The Flint water switch occurred in April 2014, but some charges Nessel authorized occurred in the years after the switch as the lead-tainted water crisis and Legionnaires' outbreak unfolded and, later, as officials made statements in the investigation that would later be used against them.

When asked a week ago about how a Supreme Court reversal of the one-judge grand jury policy would affect the Flint cases, Nessel's office responded that the department "will refrain from speculating regarding a ruling by the court and its potential impact."

Attorney General Dana Nessel.

Bursch urged the attorney general's office to change course with Tuesday's opinion.

"There’s a serious statute of limitations problem now for any defendant that is charged with a misdemeanor," he said. "Even as to the defendants charged with felonies, the attorney general’s office should not recharge.”

One-judge grand jury upended

Michigan's one-judge grand jury has been used sparingly in most of state's 83 counties, with the exception of recent and targeted use by Wayne, Genesee and Kent counties for largely violent, organized crimes involving narcotics, homicide, gangs or non-fatal shootings.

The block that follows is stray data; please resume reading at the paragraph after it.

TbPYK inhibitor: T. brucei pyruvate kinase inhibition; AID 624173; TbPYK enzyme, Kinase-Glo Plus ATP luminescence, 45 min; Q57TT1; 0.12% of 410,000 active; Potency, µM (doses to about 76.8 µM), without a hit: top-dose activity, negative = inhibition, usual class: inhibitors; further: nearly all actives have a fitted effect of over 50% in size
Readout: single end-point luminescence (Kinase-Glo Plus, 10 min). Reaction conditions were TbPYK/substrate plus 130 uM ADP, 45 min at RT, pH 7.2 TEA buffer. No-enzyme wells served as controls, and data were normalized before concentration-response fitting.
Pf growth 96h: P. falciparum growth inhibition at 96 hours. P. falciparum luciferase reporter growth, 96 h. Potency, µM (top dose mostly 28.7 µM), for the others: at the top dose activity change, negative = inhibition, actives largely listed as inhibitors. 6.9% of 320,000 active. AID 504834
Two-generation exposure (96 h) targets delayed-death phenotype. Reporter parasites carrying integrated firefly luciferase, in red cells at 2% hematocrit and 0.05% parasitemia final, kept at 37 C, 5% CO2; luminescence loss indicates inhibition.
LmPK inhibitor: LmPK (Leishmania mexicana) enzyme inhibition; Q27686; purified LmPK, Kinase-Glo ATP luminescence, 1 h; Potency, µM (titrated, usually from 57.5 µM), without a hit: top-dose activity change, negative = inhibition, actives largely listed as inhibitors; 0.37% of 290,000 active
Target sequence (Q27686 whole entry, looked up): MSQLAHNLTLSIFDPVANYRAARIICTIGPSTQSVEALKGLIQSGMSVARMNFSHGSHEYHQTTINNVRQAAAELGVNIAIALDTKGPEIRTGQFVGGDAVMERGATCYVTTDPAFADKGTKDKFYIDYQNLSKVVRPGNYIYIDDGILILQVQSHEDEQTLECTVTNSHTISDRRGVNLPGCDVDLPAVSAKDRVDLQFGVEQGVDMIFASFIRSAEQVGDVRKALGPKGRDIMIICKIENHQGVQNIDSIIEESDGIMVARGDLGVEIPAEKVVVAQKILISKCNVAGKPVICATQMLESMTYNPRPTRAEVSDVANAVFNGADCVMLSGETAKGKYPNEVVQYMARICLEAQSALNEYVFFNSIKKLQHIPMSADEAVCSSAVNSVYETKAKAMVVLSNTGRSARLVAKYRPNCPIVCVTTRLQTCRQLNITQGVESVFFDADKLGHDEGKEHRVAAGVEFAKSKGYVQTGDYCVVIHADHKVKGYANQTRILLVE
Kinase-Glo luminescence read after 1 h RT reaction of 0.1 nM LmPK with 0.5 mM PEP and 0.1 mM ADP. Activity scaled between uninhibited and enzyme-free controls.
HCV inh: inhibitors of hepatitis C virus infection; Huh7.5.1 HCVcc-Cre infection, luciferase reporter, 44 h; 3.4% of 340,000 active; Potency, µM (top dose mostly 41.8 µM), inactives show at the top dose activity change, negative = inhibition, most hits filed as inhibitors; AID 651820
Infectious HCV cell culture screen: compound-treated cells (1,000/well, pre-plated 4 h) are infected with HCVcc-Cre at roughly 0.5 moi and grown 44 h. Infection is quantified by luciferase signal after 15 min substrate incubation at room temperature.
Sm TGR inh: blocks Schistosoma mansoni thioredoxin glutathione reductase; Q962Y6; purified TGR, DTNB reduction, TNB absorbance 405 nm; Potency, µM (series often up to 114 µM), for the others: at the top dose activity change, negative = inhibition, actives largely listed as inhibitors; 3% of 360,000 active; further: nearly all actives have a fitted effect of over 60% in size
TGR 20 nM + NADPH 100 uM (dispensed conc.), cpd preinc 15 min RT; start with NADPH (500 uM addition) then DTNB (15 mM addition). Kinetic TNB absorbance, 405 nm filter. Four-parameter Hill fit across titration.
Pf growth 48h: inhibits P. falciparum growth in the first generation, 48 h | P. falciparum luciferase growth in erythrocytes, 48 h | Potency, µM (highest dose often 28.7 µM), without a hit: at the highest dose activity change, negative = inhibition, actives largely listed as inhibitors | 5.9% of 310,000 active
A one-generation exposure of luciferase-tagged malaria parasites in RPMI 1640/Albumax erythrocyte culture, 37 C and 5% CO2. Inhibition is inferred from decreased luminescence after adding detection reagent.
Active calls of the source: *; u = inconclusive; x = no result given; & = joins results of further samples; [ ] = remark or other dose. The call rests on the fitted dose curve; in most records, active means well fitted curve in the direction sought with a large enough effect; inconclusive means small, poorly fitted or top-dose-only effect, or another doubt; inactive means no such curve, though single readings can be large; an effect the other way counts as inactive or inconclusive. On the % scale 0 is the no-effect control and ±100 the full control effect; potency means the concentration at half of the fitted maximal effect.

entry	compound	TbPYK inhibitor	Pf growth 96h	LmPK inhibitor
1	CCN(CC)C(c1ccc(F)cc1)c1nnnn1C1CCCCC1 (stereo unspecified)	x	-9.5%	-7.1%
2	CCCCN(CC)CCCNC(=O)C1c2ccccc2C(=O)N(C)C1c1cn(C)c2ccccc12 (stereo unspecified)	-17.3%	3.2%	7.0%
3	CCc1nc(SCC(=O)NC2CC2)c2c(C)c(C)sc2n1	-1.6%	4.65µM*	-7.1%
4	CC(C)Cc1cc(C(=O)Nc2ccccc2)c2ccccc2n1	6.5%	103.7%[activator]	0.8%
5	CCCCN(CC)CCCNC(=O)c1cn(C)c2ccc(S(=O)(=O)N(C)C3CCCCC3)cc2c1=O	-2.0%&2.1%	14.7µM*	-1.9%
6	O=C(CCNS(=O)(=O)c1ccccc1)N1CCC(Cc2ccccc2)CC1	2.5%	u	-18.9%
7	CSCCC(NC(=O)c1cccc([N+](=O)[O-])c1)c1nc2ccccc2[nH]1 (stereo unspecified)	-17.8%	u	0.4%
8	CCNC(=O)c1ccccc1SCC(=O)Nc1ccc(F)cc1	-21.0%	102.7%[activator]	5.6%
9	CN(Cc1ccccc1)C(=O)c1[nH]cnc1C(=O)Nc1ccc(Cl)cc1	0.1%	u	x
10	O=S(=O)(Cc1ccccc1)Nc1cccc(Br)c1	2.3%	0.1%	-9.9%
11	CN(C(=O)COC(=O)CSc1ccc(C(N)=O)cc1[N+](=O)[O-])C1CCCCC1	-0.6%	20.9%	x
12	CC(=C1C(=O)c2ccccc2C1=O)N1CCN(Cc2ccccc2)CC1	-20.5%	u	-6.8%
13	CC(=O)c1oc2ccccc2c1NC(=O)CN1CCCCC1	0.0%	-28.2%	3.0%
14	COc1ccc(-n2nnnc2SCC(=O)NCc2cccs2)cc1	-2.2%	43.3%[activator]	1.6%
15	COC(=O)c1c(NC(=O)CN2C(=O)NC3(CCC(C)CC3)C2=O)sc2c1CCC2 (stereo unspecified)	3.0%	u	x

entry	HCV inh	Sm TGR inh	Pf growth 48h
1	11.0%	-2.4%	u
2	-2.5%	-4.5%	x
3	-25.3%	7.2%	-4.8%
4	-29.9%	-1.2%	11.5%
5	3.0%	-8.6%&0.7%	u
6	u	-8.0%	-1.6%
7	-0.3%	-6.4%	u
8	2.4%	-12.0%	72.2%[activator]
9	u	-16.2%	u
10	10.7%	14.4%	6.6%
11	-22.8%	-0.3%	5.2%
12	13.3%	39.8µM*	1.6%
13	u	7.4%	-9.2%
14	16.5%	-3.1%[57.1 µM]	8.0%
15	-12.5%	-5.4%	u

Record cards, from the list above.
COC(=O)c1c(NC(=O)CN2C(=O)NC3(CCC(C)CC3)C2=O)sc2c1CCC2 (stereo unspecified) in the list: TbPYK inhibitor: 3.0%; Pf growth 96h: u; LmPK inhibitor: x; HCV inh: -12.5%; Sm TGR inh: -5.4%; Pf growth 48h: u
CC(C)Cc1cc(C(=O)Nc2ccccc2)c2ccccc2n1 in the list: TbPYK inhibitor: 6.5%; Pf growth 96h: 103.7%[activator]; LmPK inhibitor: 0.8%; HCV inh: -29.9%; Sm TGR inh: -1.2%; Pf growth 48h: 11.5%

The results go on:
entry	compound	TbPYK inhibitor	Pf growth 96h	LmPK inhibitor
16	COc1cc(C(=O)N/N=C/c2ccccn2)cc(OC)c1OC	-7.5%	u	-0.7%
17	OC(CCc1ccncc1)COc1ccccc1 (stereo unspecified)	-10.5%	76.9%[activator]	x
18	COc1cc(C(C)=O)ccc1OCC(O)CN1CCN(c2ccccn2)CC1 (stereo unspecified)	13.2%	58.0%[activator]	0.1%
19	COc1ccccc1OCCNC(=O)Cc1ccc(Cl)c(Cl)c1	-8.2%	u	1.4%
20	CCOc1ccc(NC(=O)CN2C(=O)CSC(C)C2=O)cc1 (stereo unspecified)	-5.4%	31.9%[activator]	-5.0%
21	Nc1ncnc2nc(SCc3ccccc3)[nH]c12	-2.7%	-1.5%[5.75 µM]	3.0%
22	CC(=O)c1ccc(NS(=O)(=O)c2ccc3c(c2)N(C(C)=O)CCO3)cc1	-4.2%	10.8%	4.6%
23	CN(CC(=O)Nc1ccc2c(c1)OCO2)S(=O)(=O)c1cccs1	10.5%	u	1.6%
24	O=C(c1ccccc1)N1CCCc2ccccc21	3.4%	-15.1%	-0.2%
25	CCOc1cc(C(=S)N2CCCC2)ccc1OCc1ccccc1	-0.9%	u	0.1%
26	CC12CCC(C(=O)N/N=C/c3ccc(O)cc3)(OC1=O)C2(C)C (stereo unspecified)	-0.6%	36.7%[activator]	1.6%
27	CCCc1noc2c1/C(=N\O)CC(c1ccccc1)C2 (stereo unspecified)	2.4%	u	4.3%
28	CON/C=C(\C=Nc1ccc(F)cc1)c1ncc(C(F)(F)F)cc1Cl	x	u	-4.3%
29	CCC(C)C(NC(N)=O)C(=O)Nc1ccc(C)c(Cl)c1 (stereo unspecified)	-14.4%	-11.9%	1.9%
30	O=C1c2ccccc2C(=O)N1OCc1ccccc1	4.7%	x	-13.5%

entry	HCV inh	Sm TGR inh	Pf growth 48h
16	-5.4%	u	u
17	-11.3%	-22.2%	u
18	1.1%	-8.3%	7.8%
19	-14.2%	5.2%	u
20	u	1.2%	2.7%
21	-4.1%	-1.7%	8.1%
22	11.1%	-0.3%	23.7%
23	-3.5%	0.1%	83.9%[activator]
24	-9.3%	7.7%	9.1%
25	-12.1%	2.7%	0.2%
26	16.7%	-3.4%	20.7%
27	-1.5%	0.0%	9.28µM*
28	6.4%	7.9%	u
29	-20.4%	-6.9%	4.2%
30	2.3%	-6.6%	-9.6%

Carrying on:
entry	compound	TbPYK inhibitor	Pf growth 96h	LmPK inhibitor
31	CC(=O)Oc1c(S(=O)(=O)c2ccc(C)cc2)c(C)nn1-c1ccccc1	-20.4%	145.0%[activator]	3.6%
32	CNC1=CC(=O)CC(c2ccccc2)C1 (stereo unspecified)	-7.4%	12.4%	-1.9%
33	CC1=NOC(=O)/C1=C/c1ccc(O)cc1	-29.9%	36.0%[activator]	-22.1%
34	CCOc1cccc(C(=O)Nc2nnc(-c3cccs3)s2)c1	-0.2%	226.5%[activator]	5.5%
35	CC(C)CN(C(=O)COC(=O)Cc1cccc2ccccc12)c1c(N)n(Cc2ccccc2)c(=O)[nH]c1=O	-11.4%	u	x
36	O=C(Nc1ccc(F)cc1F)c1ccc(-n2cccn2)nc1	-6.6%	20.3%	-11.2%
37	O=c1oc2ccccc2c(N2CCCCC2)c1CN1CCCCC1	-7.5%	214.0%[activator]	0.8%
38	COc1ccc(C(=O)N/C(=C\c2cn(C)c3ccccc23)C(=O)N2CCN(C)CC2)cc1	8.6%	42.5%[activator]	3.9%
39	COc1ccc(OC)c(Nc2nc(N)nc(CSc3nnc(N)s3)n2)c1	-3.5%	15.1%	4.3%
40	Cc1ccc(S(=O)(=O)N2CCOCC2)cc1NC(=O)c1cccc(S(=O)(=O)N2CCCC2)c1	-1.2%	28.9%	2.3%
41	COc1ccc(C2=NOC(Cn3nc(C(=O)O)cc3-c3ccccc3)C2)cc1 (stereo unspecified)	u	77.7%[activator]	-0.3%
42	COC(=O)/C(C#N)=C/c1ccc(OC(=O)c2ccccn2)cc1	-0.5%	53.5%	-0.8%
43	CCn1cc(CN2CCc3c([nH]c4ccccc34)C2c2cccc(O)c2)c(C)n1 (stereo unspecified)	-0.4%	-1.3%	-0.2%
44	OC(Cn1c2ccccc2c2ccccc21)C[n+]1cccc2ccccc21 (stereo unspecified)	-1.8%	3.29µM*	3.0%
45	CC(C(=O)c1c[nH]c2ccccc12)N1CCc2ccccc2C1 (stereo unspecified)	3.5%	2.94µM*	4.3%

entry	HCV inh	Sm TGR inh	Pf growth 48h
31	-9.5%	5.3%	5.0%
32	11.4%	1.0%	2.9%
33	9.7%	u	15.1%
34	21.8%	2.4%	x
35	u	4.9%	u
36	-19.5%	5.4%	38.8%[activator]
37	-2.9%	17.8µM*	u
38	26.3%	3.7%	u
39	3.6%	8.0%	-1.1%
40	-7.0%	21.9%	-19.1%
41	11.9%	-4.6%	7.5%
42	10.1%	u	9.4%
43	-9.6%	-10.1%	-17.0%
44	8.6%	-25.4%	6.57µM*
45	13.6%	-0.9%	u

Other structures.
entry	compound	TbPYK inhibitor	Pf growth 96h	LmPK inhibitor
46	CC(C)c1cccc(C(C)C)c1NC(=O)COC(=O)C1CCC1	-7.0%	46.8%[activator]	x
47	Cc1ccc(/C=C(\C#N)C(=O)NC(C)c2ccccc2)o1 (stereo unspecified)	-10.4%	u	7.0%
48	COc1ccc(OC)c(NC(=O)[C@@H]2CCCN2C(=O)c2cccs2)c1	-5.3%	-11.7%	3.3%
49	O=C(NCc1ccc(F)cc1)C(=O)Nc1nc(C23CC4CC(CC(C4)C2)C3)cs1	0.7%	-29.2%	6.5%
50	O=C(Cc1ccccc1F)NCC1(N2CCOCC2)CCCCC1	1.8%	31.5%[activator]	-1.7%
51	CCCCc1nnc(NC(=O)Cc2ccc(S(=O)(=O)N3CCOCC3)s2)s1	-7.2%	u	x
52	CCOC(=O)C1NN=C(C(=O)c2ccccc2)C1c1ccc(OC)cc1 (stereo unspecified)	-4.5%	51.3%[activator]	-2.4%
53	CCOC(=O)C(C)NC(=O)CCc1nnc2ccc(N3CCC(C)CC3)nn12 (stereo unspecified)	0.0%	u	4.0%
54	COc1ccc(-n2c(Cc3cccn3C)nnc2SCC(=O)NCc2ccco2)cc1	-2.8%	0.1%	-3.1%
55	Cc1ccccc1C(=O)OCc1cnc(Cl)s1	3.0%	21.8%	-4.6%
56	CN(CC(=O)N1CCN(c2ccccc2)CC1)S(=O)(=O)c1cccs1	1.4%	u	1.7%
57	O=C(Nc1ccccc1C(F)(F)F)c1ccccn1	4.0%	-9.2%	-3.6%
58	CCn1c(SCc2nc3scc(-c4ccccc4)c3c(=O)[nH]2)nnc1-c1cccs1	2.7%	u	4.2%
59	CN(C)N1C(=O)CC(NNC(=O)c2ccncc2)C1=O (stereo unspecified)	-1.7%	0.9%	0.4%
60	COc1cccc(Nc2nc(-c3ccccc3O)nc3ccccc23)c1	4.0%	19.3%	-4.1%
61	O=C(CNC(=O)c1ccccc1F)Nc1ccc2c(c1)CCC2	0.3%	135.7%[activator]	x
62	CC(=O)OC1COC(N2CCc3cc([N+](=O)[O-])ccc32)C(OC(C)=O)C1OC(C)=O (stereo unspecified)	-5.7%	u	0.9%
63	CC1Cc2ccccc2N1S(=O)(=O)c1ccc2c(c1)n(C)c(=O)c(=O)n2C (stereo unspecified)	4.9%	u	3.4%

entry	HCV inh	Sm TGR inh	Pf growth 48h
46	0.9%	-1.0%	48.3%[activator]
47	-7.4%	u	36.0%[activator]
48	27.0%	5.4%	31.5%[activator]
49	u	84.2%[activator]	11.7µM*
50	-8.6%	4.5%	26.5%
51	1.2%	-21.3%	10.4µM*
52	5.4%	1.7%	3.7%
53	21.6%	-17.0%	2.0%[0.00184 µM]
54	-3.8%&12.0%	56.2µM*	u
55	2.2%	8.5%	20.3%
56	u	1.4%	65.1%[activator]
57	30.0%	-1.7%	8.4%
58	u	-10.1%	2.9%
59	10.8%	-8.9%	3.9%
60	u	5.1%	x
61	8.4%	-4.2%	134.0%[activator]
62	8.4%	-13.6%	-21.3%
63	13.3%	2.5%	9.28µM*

Prosecutors for Genesee, Wayne and Kent counties said they are reviewing the Supreme Court opinion to see what potential impact it will have on their current and past cases involving a one-judge grand juror.

The secretive process of one-man grand juries allows a prosecutor to bring witnesses and evidence privately to a judge, who sits as a single juror and eventually decides on whether to indict an individual.

Potential defendants and their lawyers usually are excluded from the grand jury process — eliminating their access to a traditional pretrial phase in which a prosecutor is required to present the evidence supporting the charges in a public preliminary examination before the case moves to circuit court for trial. 

The process eliminates the prosecutor's task of deciding whether to bring charges, abolishes the normal evidentiary hearings prior to trial and keeps everything under absolute secrecy until the indictment is issued. 

Several Flint defendants had argued the use of a one-judge grand juror violates the separation of powers by allowing a judge to both investigate and charge an individual.

The Flint charges affected by the Supreme Court's decision include nine manslaughter charges against Lyon; two counts of willful neglect of duty against Snyder; charges of perjury, misconduct in office, obstruction of justice and extortion against Baird; and a charge of perjury against Snyder chief of staff Jarrod Agen. 

Additional charges included nine counts of manslaughter, misconduct in office and willful neglect of duty against former state chief medical executive Dr. Eden Wells; three counts of misconduct in office against Flint emergency manager Darnell Earley; four counts of misconduct in office against emergency manager Gerald Ambrose; two counts of willful neglect of duty against former Flint Public Works Director Howard Croft; and two counts of misconduct in office and willful neglect of duty against Nancy Peeler, the state's director of maternal, infant and early childhood home visits.